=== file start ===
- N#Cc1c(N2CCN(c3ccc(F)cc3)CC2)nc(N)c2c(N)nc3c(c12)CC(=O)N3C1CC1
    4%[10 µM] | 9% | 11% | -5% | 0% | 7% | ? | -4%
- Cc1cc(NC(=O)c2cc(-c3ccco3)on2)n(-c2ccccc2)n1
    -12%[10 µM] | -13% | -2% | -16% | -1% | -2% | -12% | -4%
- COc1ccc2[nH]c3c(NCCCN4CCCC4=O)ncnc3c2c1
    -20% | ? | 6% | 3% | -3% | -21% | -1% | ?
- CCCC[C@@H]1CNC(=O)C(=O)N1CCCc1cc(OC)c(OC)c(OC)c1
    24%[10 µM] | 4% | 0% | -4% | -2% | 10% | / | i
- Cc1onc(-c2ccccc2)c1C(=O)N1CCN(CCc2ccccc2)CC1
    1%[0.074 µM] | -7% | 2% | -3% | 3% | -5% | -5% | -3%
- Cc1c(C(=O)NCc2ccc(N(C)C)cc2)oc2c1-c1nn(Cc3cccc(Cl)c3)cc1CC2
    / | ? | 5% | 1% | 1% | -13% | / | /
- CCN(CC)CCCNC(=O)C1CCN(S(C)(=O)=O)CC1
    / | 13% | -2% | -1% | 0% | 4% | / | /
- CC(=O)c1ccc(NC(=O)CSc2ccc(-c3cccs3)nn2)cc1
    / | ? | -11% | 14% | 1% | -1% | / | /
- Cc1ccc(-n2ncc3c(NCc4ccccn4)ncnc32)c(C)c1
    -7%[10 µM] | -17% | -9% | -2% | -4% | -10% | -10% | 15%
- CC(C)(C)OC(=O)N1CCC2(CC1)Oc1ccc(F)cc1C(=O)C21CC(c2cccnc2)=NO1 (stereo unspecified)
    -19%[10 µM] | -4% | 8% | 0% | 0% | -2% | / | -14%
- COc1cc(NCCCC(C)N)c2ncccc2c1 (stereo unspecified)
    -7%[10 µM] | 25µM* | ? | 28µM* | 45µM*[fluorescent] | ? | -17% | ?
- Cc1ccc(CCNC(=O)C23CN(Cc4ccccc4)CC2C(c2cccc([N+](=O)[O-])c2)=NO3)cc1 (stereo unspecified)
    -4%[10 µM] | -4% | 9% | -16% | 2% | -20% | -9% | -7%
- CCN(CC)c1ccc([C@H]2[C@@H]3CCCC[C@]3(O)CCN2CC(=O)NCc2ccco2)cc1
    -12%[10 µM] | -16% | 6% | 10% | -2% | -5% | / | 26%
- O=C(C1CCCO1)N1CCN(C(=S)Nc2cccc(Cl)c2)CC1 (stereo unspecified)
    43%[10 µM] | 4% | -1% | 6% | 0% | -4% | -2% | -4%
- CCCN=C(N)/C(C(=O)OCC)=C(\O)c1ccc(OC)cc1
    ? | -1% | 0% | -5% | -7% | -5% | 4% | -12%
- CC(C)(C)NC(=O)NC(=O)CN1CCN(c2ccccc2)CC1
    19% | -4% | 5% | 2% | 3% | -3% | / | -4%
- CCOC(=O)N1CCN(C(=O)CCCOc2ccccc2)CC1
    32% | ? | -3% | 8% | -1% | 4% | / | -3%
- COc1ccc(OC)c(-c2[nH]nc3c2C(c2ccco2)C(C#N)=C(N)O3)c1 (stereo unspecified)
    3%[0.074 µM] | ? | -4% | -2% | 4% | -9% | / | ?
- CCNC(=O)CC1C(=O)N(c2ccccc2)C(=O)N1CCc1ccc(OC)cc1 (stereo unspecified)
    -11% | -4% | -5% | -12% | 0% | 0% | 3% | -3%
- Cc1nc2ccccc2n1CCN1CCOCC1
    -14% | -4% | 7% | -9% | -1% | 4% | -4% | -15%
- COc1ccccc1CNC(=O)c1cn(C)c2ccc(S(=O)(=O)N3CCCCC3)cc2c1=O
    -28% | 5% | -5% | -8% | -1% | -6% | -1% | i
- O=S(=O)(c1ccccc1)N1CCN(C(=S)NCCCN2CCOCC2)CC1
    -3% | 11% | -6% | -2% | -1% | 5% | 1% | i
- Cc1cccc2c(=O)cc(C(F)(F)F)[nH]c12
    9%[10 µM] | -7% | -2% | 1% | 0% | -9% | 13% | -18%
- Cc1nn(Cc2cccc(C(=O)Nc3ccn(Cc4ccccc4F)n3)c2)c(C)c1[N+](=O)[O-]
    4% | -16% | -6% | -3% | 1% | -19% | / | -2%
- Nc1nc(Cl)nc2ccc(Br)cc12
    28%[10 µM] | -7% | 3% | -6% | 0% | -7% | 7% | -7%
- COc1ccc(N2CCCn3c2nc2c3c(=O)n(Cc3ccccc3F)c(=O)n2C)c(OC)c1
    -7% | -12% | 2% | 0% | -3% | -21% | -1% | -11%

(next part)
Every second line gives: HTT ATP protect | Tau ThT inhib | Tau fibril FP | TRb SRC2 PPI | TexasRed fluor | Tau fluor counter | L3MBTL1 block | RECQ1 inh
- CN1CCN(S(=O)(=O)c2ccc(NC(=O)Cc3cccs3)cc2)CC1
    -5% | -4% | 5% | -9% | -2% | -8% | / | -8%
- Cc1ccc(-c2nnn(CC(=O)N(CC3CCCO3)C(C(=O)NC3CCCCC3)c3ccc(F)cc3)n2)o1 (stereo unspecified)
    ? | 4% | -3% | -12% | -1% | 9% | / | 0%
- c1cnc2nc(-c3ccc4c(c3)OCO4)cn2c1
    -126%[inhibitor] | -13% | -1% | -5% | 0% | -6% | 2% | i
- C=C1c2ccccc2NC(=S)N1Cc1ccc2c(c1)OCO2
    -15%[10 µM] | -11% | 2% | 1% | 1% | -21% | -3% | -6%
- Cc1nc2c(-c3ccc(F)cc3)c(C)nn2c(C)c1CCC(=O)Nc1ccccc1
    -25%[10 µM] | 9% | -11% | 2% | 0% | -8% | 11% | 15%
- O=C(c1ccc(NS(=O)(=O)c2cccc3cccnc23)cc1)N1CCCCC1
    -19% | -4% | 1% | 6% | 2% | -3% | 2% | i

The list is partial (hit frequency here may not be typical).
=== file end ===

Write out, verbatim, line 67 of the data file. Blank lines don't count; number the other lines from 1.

The list is partial (hit frequency here may not be typical).